The response from the African American community was outrage and even more militant organizing.
Henry O. Wagoner was speechless. “What can I say,” he wrote to Frederick Douglass in March 1853. “What need I say to you, who, already know as well as I can tell you of the hell-black and heaven-daring enactment called LAW, passed by the late general Assembly of Illinois, to prohibit the immigration of colored persons into the State? Many of the States have, of late, as you also know, endeavored to pass similar enactments; but, I believe, ‘Egypt’ has capt [sic] the climax of monstrosities in this direction.”
A Hero Home from the War (1987) by Hermann R. MuelderChicago History Museum
Joseph Barquet, a mason and another one of Chicago’s Black activists, wrote a letter published in the abolitionist newspaper The Western Citizen. He lamented the law and believed “the friends of justice and right have been tramped underfoot.”
Barquet moved to the northeastern town of Galesburg, Illinois, where he continued to fight for equality. When the Civil War broke out, he enlisted to fight for abolition and freedom with the 54th Massachusetts Volunteer Infantry.
Douglass' Monthly (1861-05) by Frederick DouglassChicago History Museum
Though disenfranchised, African American men and women found many ways to resist and advocate for the repeal of the offensive Black Laws. They petitioned the legislature, held meetings, organized conventions, raised funds, built their own separate organizations, and spoke out publicly against injustice.
Many economically and socially prominent leaders of the African American community came together to hold two antebellum Colored Conventions in Illinois. The first took place in 1853 in Chicago and the next in 1856 in Alton, Illinois.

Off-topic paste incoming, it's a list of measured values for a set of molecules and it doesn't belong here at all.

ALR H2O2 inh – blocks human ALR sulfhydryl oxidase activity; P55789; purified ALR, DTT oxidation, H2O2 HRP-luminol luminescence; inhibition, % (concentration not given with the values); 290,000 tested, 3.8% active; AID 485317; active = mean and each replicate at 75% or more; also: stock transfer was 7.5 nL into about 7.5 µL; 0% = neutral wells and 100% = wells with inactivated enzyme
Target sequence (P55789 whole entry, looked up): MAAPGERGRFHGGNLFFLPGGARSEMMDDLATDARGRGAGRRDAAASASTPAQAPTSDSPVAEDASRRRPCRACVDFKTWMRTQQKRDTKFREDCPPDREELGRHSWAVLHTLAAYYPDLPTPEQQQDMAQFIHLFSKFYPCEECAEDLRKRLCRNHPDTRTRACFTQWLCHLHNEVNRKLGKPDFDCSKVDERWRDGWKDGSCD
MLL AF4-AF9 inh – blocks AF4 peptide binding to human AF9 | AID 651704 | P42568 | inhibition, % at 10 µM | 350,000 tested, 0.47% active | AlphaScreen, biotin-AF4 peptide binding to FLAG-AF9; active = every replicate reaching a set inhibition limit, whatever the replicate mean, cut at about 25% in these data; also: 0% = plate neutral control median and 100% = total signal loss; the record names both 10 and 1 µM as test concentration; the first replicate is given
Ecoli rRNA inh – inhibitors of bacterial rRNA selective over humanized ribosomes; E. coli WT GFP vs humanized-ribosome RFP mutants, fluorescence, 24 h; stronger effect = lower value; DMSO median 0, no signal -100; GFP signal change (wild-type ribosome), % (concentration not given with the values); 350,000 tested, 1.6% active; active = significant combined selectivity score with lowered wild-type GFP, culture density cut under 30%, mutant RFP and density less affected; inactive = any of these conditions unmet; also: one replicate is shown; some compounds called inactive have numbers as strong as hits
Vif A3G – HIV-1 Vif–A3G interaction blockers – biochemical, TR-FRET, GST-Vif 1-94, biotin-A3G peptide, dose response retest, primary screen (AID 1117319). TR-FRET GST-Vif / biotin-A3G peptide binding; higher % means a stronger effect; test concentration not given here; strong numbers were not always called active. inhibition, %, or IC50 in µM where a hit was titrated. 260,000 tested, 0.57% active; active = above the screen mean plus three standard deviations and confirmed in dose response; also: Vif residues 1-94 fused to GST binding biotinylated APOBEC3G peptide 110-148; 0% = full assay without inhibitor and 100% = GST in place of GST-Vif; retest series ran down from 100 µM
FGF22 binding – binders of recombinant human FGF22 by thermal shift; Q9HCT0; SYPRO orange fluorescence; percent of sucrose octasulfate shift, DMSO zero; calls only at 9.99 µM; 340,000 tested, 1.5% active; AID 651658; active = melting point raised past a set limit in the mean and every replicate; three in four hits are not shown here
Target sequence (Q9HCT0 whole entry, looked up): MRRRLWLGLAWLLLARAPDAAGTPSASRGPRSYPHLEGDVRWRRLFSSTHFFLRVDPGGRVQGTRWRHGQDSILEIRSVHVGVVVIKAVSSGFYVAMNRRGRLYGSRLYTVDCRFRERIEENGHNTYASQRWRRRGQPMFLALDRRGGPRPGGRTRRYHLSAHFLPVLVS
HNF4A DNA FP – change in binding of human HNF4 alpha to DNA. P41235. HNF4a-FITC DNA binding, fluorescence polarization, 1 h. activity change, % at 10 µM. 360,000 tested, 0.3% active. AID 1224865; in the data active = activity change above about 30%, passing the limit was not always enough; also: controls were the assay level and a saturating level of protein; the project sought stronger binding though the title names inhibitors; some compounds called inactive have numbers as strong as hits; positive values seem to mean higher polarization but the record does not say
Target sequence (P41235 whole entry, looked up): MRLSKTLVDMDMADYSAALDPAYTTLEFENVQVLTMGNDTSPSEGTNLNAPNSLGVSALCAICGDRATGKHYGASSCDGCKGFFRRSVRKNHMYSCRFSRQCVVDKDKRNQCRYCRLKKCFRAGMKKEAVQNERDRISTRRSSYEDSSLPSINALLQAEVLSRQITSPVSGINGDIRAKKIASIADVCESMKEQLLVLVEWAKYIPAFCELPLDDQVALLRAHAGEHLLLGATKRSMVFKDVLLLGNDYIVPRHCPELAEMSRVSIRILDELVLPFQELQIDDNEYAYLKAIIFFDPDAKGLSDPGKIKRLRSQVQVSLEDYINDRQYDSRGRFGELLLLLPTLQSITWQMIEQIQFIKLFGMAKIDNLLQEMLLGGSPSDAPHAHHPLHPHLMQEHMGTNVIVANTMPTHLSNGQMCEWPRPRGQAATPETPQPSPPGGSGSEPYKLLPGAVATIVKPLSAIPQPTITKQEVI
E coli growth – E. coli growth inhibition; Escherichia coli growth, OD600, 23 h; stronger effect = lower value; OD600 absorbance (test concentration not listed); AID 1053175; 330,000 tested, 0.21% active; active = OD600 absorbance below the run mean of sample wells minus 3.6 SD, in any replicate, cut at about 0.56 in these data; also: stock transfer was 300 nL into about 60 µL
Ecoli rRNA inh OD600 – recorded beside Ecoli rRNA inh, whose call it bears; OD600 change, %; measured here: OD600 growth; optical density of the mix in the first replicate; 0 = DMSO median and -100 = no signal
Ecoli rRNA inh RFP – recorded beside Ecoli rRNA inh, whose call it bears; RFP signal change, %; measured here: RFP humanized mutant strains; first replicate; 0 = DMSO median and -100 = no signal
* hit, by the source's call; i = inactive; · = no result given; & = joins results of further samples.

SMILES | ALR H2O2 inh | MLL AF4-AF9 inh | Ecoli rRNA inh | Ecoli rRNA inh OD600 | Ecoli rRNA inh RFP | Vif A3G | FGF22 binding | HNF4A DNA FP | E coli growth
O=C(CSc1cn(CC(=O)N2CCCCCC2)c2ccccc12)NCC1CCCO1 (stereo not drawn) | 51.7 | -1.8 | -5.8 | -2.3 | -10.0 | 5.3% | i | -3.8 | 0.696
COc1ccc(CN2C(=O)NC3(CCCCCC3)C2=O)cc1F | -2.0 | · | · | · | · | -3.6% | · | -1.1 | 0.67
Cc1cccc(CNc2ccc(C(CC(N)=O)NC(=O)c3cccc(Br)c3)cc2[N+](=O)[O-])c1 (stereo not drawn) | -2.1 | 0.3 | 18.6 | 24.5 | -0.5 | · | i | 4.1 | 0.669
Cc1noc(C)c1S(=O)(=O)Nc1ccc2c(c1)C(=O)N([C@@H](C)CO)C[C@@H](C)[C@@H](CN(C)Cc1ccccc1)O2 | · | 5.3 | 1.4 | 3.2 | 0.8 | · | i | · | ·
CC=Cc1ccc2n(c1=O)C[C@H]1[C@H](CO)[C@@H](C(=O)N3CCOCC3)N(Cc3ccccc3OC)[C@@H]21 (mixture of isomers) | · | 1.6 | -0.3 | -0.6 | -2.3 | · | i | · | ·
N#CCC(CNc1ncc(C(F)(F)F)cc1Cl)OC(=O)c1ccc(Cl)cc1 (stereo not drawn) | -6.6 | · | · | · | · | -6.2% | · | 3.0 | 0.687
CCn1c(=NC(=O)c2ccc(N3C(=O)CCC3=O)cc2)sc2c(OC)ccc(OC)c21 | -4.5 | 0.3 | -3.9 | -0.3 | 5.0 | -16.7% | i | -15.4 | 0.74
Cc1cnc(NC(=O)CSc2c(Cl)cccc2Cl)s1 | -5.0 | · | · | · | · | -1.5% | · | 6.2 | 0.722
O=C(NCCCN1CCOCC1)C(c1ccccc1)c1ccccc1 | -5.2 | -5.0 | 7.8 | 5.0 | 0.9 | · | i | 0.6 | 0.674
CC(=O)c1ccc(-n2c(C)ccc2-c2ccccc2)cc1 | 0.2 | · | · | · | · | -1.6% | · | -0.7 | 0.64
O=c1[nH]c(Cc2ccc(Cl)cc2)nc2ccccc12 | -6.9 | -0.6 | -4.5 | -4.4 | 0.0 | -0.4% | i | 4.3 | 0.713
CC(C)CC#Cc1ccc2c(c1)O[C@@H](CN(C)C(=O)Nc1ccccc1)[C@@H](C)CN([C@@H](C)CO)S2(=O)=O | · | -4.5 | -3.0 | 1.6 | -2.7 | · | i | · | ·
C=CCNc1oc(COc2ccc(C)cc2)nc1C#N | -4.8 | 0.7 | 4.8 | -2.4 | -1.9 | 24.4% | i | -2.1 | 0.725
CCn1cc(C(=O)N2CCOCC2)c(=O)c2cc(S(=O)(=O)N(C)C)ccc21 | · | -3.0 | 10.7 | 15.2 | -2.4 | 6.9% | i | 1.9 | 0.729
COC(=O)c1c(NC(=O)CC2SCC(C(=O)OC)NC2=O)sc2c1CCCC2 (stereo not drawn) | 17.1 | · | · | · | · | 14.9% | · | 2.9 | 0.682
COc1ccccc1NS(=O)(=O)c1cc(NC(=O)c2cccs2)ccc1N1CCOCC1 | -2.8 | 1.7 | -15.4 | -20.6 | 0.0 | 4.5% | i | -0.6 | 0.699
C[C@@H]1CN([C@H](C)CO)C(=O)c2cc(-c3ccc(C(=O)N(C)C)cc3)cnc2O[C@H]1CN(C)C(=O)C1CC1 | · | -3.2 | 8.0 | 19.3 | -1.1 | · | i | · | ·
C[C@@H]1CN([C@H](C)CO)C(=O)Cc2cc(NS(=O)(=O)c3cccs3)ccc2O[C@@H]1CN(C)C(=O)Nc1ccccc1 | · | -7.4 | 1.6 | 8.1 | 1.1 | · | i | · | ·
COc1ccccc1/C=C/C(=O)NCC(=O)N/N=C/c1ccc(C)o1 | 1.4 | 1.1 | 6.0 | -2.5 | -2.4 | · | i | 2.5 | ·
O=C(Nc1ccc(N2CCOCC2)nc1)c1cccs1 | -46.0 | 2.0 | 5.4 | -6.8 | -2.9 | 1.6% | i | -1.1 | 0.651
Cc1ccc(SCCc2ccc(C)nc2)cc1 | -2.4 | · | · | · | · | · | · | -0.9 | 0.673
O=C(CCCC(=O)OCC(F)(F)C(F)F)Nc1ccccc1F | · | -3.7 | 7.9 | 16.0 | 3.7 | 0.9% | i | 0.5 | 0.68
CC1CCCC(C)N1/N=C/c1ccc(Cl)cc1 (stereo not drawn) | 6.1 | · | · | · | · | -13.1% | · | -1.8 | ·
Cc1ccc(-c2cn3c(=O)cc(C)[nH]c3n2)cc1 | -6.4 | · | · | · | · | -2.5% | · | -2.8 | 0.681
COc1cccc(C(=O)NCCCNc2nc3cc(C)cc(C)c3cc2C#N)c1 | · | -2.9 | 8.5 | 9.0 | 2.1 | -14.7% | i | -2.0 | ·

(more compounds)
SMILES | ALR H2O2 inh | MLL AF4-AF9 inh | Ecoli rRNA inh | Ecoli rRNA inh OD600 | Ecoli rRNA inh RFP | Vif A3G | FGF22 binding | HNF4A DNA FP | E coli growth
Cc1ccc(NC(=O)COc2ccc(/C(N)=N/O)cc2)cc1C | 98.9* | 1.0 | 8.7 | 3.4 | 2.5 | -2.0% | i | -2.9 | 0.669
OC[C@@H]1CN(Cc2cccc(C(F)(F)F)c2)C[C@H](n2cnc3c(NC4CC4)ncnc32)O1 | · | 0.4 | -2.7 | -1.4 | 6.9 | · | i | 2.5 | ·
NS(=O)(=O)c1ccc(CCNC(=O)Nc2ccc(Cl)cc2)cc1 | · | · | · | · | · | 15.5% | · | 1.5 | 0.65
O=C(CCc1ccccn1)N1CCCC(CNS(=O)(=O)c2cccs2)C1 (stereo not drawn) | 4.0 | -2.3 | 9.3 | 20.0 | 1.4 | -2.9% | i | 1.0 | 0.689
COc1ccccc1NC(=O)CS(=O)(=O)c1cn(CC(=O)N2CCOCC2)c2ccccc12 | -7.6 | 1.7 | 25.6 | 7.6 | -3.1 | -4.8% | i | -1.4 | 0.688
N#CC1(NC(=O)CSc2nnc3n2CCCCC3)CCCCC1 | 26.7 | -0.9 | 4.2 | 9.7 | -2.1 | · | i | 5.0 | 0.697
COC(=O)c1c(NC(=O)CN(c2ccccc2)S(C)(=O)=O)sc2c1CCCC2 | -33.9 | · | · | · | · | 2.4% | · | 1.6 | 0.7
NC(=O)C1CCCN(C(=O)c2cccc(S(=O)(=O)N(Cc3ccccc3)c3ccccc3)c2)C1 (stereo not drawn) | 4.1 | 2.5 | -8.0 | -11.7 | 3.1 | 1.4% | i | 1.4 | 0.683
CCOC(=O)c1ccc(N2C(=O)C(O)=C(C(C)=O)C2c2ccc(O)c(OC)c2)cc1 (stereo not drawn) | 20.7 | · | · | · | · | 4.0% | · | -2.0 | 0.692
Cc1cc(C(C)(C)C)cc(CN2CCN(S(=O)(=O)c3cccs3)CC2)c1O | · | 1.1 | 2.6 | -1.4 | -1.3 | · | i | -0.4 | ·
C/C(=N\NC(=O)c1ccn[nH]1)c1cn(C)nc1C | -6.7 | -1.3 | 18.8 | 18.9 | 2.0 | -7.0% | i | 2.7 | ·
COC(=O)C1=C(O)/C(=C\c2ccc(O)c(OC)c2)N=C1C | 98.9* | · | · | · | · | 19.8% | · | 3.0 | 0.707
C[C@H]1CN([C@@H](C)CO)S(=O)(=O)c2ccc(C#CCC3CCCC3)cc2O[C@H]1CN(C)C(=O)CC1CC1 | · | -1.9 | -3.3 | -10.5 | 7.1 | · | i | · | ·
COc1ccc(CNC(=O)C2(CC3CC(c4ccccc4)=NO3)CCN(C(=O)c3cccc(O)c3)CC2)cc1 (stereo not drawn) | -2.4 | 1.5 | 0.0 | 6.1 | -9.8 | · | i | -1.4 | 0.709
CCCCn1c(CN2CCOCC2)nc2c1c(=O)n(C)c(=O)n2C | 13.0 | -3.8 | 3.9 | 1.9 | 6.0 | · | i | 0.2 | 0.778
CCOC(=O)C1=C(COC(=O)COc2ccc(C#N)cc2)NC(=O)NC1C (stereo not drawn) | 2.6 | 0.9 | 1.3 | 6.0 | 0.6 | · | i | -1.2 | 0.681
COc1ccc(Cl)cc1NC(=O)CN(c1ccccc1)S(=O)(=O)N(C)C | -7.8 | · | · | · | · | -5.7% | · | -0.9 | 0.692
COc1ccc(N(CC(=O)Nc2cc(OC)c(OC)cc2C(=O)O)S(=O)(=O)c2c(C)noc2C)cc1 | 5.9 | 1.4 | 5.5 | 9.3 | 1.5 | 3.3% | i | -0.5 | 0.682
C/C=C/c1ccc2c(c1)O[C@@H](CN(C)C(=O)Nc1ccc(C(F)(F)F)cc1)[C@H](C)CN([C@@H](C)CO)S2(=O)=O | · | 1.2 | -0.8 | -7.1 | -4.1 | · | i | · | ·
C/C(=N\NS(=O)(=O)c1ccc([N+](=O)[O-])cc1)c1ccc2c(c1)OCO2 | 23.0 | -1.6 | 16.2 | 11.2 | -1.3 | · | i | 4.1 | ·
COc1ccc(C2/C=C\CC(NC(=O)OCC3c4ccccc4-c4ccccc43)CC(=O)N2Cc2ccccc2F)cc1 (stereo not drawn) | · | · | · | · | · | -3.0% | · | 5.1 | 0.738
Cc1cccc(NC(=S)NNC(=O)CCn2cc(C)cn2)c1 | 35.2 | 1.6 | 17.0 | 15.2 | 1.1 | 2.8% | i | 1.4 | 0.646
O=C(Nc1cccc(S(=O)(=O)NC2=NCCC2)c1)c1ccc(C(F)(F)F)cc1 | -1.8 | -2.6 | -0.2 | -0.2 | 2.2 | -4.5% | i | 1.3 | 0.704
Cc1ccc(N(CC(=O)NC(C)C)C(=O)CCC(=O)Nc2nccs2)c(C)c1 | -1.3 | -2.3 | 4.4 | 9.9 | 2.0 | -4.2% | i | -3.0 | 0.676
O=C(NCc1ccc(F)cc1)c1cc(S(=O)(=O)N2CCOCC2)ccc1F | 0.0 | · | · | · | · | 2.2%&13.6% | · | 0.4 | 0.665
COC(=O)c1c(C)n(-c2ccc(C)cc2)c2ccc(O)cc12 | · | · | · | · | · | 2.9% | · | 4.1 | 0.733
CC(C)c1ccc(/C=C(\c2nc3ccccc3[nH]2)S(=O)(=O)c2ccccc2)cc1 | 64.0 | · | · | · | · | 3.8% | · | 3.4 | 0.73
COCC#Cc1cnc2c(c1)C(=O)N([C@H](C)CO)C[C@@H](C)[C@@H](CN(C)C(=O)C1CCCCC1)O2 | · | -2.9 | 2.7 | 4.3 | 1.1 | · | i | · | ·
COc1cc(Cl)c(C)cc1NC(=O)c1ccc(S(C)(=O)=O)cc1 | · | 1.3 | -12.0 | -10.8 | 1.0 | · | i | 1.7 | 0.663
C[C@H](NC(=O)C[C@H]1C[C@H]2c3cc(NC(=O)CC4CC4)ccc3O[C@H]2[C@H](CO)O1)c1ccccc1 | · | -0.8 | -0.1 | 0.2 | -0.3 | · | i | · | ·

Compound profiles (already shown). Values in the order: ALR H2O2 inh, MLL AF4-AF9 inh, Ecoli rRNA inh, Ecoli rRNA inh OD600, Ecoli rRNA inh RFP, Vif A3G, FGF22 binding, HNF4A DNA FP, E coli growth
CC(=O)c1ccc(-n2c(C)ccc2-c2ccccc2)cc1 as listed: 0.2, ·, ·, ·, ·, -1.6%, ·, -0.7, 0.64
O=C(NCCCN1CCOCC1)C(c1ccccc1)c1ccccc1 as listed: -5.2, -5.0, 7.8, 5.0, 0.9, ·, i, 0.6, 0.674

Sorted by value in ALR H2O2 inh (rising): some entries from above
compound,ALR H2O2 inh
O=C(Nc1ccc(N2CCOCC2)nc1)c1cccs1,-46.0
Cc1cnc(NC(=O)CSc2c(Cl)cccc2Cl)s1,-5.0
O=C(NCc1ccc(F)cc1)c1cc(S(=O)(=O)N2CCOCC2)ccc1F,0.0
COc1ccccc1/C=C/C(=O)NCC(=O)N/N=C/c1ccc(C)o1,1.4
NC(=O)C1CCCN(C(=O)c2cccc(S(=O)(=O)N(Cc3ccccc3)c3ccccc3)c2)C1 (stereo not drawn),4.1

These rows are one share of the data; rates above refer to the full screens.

Lewis Isbell at the Old Settlers Picnic (1905-08-07) by Chicago Daily News, Inc.Chicago History Museum
Lewis Isbell attended both conventions, representing Cook County.
He was appointed to the Committee on Finance in 1853 and in 1856 worked on the Constitution for the State Repeal and Auxiliary Associations, supporting the fight to repeal the Black Laws.
Certificate of Freedom for John Jones (1847-11-28) by Circuit Court of Madison County, IllinoisChicago History Museum
John Jones, who was forced to secure his freedom in this “free” state in 1844, did not stop advocating for the repeal of the Black laws—even after eleven states seceded and went to war to preserve the institution of slavery.
In the midst of the Civil War in 1864, Jones published a pamphlet titled, “The Black laws of Illinois and Why They Should Be Repealed.”
His influential pamphlet is credited with helping lead to the repeal of the laws in 1865.
Preserving and Celebrating Chicago’s Earliest Black Communities
As Black activism and organizing ramped up at the end of the 1850s, so too did sectional divisions within Illinois and the rest of the country. However, with the outbreak of war in 1861, new fights were just beginning. Chicago’s African Americans were able to draw from their experience first fighting indentured servitude, then the Fugitive Slave Law and the Black Laws, to organize for what they would face in the 1860s and beyond. Moreover, preserving their legacies fell to subsequent generations, who avidly took up the task.
Eliza Campbell Taylor (c. 1880)Chicago History Museum
Toward the end of the nineteenth century, Chicago’s earliest settler families started to preserve the history of their generation of “firsts.” Among their ranks were John Jones, the first African American Cook County Commissioner; Joanna Cecilia Snowden Porter, the first African American bank clerk; Cassius J. King, the first child born into an African American family in Chicago; Joseph Hudlin, the first African American homeowner; and Eliza Campbell-Taylor (pictured here), the first African American public school teacher in Chicago.
One of the primary manifestations of this effort was the founding of the Chicago Old Settlers Social Club in the early 1900s. Ida McIntosh Dempsey, daughter of Reverend Aeons McIntosh, was founder and president, and Lewis Isbell was honorary vice president. The society was open only to Black Chicagoans who had arrived in Chicago before the Great Fire of 1871 and “designed to be of general advantage to the colored people of the city.”